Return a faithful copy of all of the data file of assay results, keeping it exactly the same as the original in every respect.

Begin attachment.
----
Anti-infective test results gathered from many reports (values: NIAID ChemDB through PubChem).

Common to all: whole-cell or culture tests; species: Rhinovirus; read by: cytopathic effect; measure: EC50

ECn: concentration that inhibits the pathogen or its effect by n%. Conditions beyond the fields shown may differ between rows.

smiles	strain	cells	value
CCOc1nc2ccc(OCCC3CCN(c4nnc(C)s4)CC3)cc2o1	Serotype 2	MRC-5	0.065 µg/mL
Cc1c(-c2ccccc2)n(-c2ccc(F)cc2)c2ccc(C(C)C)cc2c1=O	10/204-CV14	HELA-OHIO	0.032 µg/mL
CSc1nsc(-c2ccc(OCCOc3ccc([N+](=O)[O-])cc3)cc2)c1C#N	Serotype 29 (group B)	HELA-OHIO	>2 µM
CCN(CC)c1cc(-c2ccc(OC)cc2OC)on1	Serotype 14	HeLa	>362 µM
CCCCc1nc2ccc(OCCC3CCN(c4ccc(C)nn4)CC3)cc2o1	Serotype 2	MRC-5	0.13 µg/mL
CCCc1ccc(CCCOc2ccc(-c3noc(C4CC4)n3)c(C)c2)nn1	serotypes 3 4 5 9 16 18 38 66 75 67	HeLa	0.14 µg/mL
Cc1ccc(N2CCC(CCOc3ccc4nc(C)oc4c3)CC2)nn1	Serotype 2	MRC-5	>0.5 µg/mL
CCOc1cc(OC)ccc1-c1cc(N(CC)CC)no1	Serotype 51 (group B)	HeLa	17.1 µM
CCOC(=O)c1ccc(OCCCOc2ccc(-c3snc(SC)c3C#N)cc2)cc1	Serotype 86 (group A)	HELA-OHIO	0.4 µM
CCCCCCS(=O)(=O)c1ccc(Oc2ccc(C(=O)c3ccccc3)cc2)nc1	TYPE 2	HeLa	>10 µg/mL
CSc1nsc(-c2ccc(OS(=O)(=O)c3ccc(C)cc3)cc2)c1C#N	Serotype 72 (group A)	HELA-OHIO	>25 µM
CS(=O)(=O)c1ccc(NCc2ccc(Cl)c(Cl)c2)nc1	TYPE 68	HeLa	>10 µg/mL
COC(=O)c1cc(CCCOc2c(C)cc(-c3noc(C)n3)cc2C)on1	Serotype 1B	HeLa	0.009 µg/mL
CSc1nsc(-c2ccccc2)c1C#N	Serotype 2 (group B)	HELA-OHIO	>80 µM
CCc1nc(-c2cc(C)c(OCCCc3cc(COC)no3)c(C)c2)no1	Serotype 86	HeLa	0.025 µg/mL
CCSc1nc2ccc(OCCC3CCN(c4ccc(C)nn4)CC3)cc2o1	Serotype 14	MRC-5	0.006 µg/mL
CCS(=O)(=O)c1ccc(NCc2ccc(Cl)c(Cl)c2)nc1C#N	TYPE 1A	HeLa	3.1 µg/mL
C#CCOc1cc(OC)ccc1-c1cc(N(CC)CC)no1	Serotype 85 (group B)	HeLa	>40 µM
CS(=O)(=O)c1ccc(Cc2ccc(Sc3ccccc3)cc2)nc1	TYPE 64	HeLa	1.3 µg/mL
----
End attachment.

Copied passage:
Anti-infective test results gathered from many reports (values: NIAID ChemDB through PubChem).

Common to all: whole-cell or culture tests; species: Rhinovirus; read by: cytopathic effect; measure: EC50

ECn: concentration that inhibits the pathogen or its effect by n%. Conditions beyond the fields shown may differ between rows.

smiles	strain	cells	value
CCOc1nc2ccc(OCCC3CCN(c4nnc(C)s4)CC3)cc2o1	Serotype 2	MRC-5	0.065 µg/mL
Cc1c(-c2ccccc2)n(-c2ccc(F)cc2)c2ccc(C(C)C)cc2c1=O	10/204-CV14	HELA-OHIO	0.032 µg/mL
CSc1nsc(-c2ccc(OCCOc3ccc([N+](=O)[O-])cc3)cc2)c1C#N	Serotype 29 (group B)	HELA-OHIO	>2 µM
CCN(CC)c1cc(-c2ccc(OC)cc2OC)on1	Serotype 14	HeLa	>362 µM
CCCCc1nc2ccc(OCCC3CCN(c4ccc(C)nn4)CC3)cc2o1	Serotype 2	MRC-5	0.13 µg/mL
CCCc1ccc(CCCOc2ccc(-c3noc(C4CC4)n3)c(C)c2)nn1	serotypes 3 4 5 9 16 18 38 66 75 67	HeLa	0.14 µg/mL
Cc1ccc(N2CCC(CCOc3ccc4nc(C)oc4c3)CC2)nn1	Serotype 2	MRC-5	>0.5 µg/mL
CCOc1cc(OC)ccc1-c1cc(N(CC)CC)no1	Serotype 51 (group B)	HeLa	17.1 µM
CCOC(=O)c1ccc(OCCCOc2ccc(-c3snc(SC)c3C#N)cc2)cc1	Serotype 86 (group A)	HELA-OHIO	0.4 µM
CCCCCCS(=O)(=O)c1ccc(Oc2ccc(C(=O)c3ccccc3)cc2)nc1	TYPE 2	HeLa	>10 µg/mL
CSc1nsc(-c2ccc(OS(=O)(=O)c3ccc(C)cc3)cc2)c1C#N	Serotype 72 (group A)	HELA-OHIO	>25 µM
CS(=O)(=O)c1ccc(NCc2ccc(Cl)c(Cl)c2)nc1	TYPE 68	HeLa	>10 µg/mL
COC(=O)c1cc(CCCOc2c(C)cc(-c3noc(C)n3)cc2C)on1	Serotype 1B	HeLa	0.009 µg/mL
CSc1nsc(-c2ccccc2)c1C#N	Serotype 2 (group B)	HELA-OHIO	>80 µM
CCc1nc(-c2cc(C)c(OCCCc3cc(COC)no3)c(C)c2)no1	Serotype 86	HeLa	0.025 µg/mL
CCSc1nc2ccc(OCCC3CCN(c4ccc(C)nn4)CC3)cc2o1	Serotype 14	MRC-5	0.006 µg/mL
CCS(=O)(=O)c1ccc(NCc2ccc(Cl)c(Cl)c2)nc1C#N	TYPE 1A	HeLa	3.1 µg/mL
C#CCOc1cc(OC)ccc1-c1cc(N(CC)CC)no1	Serotype 85 (group B)	HeLa	>40 µM
CS(=O)(=O)c1ccc(Cc2ccc(Sc3ccccc3)cc2)nc1	TYPE 64	HeLa	1.3 µg/mL